We went with pork bone & spicy mala, though I’ve heard good things about the other two types as well.
unlimited refill on everything you see here
The way it works is like this – pick the ready-made items from buffet spread – including various types of vegetable, mushroom, balls, tofu, and so forth.
There’s also a self-ordering sheet that includes pork/chicken/beef balls, shrimp dumpling, chives dumpling, tofu pok with pork, fish noodle, and beef/chicken/pork slices, intestine, liver, and such. You can use the sheet multiple times but food wastage will be charged 20% of total bill, which I thought is fair.
these thin sliced meat’s pretty good, as attested by Carol
What’s the verdict you may ask?
Well, Fei Fan Hot Pot certainly offers great value especially if you’re a big eater. The mala soup offers a good enough kick, while those pork bone soup was quite proper as well.
The meat slices might be a tad thin, but that also means they get cooked fast, and with unlimited order it’s not an issue anyway. I also like that there’s enough options for greens.
Overall it was a rather positive experience and I would certainly happy to go there again, but this time around I’d be sure to call ahead and make bookings.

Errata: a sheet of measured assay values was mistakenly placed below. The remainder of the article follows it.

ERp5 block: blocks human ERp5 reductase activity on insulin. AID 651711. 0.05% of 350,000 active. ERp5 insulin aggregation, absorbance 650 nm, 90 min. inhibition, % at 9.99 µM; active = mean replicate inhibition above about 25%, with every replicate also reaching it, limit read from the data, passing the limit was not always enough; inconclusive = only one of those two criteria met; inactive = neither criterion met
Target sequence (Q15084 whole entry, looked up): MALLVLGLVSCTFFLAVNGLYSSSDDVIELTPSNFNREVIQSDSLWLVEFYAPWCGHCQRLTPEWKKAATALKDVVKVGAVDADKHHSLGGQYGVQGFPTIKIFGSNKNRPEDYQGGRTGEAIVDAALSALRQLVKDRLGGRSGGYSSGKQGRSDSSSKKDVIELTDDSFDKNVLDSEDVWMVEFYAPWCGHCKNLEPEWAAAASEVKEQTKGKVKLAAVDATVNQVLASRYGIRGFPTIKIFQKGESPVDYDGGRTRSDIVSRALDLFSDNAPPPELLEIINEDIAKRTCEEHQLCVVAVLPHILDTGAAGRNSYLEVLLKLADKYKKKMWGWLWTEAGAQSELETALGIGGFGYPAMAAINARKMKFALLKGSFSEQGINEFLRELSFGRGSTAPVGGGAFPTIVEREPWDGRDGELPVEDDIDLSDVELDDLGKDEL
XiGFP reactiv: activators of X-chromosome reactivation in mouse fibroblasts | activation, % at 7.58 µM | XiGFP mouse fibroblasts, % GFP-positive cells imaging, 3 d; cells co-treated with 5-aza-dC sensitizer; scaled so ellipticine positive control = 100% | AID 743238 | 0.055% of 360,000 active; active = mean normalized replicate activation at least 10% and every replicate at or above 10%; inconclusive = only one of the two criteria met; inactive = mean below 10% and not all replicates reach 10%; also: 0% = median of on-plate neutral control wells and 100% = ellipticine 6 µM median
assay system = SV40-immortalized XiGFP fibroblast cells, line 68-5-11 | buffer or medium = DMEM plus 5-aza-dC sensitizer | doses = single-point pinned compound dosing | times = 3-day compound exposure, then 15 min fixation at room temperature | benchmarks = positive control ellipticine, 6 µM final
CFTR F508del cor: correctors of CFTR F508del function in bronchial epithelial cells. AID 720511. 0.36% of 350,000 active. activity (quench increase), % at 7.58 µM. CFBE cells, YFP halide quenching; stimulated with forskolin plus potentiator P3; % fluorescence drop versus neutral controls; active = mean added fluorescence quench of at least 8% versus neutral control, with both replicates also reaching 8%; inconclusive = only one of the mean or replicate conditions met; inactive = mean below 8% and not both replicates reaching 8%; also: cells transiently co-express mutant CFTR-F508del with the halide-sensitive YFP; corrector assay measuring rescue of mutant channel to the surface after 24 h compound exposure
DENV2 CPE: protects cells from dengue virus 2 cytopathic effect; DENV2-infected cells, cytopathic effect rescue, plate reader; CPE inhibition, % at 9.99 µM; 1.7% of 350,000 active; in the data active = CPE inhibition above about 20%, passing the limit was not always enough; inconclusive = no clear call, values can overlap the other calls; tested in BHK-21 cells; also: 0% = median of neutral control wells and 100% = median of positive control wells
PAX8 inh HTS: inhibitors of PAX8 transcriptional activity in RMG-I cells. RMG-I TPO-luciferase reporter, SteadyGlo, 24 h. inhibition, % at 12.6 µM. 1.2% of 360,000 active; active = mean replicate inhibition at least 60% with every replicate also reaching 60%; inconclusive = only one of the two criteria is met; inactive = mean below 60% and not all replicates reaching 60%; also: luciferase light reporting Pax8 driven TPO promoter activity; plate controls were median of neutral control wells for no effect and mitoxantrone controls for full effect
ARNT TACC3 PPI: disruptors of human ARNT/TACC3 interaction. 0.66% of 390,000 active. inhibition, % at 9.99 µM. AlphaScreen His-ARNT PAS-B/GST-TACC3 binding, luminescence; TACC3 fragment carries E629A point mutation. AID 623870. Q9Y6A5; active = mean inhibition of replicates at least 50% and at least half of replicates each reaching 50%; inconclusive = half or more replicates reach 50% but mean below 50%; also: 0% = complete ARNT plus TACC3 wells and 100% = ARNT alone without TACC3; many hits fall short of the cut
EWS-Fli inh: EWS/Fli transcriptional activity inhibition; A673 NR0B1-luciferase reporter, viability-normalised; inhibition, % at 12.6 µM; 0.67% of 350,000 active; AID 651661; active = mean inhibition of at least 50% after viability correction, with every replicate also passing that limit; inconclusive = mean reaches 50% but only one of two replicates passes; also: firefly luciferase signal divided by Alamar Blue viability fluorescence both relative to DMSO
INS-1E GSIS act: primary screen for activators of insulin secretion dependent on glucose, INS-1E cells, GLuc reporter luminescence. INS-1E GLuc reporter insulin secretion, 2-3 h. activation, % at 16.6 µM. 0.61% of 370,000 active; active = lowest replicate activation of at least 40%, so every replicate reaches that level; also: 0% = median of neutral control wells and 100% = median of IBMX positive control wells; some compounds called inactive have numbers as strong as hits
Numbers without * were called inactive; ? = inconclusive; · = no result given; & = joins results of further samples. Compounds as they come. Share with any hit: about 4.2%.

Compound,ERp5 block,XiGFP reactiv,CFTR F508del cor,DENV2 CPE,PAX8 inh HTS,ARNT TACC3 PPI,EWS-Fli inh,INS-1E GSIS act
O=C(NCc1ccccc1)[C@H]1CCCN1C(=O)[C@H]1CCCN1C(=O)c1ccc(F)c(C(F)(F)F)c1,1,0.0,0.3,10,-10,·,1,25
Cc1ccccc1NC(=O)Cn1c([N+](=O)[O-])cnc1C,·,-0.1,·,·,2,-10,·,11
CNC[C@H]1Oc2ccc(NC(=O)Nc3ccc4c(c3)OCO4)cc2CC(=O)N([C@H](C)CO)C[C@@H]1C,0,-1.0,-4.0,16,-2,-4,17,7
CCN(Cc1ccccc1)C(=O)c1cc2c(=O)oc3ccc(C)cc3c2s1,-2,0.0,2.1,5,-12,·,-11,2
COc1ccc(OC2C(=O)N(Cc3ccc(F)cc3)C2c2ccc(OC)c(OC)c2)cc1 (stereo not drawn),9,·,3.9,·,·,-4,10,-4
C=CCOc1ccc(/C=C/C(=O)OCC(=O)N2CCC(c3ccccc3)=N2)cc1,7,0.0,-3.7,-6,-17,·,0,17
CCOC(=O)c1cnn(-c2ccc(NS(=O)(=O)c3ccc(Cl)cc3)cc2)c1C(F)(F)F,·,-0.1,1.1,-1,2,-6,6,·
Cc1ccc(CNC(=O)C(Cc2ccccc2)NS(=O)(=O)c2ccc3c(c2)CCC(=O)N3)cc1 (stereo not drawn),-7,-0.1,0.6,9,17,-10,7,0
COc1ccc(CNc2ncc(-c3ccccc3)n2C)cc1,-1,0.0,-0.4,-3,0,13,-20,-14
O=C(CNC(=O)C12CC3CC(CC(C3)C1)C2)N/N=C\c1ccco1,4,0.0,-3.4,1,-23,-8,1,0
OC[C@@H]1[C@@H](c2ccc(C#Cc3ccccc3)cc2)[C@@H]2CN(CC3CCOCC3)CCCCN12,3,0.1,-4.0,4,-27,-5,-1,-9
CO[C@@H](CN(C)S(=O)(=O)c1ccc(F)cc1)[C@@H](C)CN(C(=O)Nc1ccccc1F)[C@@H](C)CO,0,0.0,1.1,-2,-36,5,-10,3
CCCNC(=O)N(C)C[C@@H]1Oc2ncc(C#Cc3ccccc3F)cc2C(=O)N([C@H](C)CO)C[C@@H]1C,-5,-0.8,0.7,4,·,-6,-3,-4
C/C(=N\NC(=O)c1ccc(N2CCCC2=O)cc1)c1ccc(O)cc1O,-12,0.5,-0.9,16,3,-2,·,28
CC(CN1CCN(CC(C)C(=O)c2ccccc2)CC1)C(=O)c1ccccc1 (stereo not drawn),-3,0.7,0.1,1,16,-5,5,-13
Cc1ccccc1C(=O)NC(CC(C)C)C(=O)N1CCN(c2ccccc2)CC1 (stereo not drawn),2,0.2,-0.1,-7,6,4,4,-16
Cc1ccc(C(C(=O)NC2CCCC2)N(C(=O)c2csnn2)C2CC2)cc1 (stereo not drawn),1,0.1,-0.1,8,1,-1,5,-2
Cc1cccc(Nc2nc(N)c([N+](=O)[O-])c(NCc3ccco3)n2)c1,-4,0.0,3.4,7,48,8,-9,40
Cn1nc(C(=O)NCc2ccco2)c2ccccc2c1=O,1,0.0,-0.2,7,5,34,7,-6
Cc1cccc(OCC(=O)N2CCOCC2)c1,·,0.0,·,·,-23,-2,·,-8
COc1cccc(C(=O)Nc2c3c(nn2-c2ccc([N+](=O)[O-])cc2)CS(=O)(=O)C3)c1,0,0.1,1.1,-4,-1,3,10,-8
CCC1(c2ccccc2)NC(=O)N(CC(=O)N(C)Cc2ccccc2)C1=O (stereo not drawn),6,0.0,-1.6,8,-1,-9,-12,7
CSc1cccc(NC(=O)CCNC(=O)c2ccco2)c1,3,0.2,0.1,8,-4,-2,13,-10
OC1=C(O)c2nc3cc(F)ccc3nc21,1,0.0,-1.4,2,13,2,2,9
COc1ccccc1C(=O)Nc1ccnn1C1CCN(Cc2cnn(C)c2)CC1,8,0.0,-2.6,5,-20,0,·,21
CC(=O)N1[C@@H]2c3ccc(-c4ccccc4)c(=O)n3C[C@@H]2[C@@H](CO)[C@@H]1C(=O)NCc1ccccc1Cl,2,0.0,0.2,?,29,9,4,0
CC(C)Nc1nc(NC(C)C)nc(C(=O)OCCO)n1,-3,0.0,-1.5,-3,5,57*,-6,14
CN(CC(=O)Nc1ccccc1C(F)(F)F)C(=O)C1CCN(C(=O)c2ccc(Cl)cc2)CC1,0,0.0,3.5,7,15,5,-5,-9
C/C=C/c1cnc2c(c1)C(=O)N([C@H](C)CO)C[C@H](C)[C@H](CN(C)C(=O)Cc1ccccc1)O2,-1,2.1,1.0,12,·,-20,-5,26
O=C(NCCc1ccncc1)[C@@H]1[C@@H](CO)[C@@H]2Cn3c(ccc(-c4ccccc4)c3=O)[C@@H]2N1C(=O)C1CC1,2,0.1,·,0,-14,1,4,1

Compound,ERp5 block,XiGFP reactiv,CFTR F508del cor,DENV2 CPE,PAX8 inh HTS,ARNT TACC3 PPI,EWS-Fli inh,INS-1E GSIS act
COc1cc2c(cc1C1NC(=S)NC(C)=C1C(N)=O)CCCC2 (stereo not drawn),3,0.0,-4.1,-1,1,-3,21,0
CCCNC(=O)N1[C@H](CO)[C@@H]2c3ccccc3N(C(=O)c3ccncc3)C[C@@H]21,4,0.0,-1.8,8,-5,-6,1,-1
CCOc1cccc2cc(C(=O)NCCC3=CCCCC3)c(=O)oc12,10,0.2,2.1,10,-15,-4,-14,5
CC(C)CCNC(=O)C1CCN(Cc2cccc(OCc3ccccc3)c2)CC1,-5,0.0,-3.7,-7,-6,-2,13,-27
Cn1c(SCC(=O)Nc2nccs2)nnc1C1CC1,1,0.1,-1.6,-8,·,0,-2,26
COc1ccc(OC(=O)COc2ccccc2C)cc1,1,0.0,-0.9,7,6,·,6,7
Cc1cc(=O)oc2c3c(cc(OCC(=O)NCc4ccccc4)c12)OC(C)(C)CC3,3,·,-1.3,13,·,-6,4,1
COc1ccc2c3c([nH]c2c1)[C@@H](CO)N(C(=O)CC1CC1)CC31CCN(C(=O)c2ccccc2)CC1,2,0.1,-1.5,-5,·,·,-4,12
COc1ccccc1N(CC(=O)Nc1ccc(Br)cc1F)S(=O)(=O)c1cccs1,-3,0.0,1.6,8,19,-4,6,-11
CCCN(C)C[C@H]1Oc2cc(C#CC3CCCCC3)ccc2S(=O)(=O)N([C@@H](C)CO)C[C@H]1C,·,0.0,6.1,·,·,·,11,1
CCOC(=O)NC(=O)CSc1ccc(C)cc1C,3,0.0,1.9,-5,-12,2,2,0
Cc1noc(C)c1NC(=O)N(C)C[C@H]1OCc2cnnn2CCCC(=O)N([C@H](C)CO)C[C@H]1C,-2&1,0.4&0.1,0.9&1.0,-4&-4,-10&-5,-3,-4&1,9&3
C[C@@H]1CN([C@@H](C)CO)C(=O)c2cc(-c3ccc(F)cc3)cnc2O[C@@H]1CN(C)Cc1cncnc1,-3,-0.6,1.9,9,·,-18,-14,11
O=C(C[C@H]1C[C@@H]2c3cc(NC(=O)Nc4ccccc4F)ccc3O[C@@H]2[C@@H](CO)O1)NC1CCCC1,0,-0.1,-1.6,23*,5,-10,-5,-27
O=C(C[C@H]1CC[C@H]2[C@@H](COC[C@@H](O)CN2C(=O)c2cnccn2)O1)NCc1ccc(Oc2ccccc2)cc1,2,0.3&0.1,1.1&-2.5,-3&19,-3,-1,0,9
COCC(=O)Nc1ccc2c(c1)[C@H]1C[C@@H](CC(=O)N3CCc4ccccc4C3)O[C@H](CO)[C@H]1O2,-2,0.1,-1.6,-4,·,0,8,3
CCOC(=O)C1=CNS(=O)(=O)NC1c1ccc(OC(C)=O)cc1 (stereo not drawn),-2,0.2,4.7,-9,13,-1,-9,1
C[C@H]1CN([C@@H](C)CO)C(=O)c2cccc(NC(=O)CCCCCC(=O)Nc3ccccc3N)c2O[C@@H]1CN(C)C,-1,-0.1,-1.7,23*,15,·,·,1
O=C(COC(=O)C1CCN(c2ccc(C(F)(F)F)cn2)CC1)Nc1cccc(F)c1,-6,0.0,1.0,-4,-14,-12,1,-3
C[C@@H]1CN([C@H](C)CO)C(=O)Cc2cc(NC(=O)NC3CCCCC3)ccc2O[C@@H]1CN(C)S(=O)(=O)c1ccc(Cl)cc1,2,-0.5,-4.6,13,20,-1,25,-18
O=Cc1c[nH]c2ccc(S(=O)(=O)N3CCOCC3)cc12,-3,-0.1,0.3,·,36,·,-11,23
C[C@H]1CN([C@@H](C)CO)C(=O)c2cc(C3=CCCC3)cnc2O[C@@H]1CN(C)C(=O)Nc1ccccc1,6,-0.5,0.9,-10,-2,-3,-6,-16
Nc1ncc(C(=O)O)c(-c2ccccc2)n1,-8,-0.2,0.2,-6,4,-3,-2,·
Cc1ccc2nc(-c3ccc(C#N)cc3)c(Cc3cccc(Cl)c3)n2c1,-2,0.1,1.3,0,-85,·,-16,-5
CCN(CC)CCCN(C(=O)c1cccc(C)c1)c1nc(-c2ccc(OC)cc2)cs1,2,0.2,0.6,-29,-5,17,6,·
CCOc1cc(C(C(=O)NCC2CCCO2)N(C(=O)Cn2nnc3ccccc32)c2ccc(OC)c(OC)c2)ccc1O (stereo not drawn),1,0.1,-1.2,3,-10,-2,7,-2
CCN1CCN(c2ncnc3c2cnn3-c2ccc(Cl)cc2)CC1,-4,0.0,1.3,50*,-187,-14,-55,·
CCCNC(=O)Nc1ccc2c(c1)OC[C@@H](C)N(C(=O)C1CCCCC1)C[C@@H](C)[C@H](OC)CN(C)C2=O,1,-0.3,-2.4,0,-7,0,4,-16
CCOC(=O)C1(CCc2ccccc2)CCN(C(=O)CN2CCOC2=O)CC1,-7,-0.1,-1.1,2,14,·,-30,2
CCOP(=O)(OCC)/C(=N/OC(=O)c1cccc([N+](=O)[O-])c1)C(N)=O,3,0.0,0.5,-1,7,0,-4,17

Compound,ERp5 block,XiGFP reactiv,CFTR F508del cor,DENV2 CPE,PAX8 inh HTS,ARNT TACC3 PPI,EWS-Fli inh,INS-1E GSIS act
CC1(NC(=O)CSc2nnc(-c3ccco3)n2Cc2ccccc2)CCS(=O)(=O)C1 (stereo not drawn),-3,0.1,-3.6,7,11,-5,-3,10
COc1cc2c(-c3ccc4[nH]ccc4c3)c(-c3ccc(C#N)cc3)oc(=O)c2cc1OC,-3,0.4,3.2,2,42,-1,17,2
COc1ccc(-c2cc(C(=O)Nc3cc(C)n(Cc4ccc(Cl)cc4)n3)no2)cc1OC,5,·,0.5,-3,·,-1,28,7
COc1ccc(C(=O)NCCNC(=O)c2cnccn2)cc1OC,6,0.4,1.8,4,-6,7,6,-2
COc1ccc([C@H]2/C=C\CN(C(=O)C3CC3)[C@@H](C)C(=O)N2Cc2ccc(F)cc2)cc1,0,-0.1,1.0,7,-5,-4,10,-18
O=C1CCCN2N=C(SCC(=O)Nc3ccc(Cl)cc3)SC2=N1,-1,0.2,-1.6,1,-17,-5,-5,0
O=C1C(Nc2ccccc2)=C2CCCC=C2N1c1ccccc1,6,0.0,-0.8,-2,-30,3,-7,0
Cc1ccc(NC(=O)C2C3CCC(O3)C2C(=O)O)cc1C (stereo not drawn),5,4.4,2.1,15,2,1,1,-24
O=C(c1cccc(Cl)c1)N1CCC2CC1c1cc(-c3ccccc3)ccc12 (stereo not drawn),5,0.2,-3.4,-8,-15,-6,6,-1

Address: Fei Fan Hot Pot Lot G-10 Ground Floor, SS15 Courtyard, Jalan SS15/4G,, SS15, 47500 Subang Jaya GPS: 3.077683, 101.586468 Tel: 03-7496 6438 Hours: 11 am to 11 pm daily
Another Kota Kinabalu’s favorite is apparently their beef noodle, and for whatever reasons, it took me quite a while before my first try, I suppose it has to do with beef noodle being quite readily accessible in Klang Valley, unlike some of the other more unique dishes (Tuaran mee, for example)
Kah Hiong Ngiu Chap, Hilltop, Kota Kinabalu
And when it comes to beef noodle in Kota Kinabalu, the name I’ve always hear about is Kah Hiong Ngiu Chap. So I made a stop to give it a try just before heading to airport on one of my many KK trips, and it was worth it.
Kah Hiong is located at Hilltop (and quite a few other locations), a stone’s throw away from the popular Fatt Kee seafood noodle, and just around 10+ minutes away from the city center.
Ngau Chap Mee Kan Lao
There’s quite a selection of different combinations to be had here, mixed beef soup with rice, with noodle, beef stew, beef balls, sliced meat, or you can pick your ingredients of beef heart, liver, beef balls, tripe, tendon, tongue, and so on.
I ordered the Ngau Chap Mee Kan Lao – mixed beef soup with dry noodle (mee + meehun) as recommended by the server.
tendon, beef ball, innards, what’s not to love?
I did find that the soup base was perhaps just a tad saltier than I’d have liked, but the ingredients were cooked to perfection. Innards were soft, meat was tender, and those tendon were fantastic. I’d definitely order mine with extra tendon next time around.
While there are some very good beef noodle here in KL, this KK version stands on its own and offer a pretty unique taste. I like it.